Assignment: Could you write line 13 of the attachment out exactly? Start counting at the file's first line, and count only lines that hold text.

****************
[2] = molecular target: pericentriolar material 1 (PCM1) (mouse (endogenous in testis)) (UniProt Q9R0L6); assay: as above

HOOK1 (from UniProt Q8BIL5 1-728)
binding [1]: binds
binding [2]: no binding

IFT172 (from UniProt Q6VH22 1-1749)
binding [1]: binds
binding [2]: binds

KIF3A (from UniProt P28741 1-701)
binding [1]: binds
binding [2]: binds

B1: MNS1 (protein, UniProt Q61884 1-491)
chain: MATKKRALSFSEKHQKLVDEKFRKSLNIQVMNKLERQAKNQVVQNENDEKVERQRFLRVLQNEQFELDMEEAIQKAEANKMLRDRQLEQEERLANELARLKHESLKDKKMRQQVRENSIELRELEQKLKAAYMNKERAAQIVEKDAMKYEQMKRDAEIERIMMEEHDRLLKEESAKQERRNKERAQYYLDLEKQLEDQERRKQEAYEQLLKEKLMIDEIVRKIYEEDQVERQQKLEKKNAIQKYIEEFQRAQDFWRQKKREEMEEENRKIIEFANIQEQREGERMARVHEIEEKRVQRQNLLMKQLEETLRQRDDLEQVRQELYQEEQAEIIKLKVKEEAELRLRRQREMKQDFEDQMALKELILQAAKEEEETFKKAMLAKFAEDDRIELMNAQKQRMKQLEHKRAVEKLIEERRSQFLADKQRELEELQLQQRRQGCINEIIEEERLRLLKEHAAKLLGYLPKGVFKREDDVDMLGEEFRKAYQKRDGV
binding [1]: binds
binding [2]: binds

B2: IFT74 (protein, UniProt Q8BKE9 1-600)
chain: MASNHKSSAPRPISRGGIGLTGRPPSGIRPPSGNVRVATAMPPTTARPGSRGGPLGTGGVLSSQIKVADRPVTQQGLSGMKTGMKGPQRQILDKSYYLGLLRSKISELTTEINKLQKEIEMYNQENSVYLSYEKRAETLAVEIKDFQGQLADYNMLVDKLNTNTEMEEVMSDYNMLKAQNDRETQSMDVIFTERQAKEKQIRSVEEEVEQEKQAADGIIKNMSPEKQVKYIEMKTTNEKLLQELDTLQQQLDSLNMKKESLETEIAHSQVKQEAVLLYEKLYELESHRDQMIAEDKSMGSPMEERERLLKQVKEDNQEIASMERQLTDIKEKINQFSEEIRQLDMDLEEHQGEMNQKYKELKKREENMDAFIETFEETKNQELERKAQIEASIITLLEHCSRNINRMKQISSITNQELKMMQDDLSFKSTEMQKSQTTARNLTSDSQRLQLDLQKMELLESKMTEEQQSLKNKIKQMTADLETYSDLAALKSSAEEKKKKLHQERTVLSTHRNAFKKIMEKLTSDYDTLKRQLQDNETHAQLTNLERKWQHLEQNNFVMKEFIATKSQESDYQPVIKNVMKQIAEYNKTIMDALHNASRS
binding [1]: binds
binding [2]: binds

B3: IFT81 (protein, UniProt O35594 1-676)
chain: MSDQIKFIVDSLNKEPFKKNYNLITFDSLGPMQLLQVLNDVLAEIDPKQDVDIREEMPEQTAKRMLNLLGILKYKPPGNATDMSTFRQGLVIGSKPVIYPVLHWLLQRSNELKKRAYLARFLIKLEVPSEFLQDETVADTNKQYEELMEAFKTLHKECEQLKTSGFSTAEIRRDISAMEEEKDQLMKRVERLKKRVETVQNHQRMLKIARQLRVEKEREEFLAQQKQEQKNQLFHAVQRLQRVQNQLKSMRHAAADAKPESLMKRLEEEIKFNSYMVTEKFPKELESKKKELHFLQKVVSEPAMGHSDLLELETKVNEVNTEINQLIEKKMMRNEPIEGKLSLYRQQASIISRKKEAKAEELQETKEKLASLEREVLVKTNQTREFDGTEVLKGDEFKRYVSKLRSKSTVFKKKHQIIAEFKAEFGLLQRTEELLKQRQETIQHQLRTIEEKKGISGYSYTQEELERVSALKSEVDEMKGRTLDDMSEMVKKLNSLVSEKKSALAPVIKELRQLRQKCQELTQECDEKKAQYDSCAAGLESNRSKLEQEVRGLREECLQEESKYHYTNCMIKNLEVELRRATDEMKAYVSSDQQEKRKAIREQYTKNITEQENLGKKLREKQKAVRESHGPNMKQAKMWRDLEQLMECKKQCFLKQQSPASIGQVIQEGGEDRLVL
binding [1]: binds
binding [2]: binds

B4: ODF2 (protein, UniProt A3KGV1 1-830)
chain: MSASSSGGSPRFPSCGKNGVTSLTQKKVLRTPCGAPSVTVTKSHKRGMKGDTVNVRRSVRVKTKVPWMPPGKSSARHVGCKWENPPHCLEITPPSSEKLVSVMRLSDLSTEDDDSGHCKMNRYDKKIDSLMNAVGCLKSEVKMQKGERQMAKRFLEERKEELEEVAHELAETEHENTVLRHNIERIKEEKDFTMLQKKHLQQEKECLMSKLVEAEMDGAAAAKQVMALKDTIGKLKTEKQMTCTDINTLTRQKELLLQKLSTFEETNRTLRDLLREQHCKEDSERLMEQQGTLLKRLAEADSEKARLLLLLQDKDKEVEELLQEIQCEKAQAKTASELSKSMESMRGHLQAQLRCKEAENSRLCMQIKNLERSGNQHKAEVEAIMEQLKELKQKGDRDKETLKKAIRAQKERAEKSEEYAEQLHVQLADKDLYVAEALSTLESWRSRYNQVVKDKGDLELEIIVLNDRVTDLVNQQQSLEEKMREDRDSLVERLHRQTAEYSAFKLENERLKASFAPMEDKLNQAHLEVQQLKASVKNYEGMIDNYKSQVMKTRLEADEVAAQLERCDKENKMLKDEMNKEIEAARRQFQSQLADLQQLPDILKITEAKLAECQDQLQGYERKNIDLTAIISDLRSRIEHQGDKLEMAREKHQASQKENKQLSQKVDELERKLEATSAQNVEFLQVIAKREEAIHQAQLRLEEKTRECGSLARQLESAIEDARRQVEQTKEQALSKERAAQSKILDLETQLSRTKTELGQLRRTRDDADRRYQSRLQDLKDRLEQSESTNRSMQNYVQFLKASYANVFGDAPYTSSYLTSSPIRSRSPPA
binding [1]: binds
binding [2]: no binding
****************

binding [1]: binds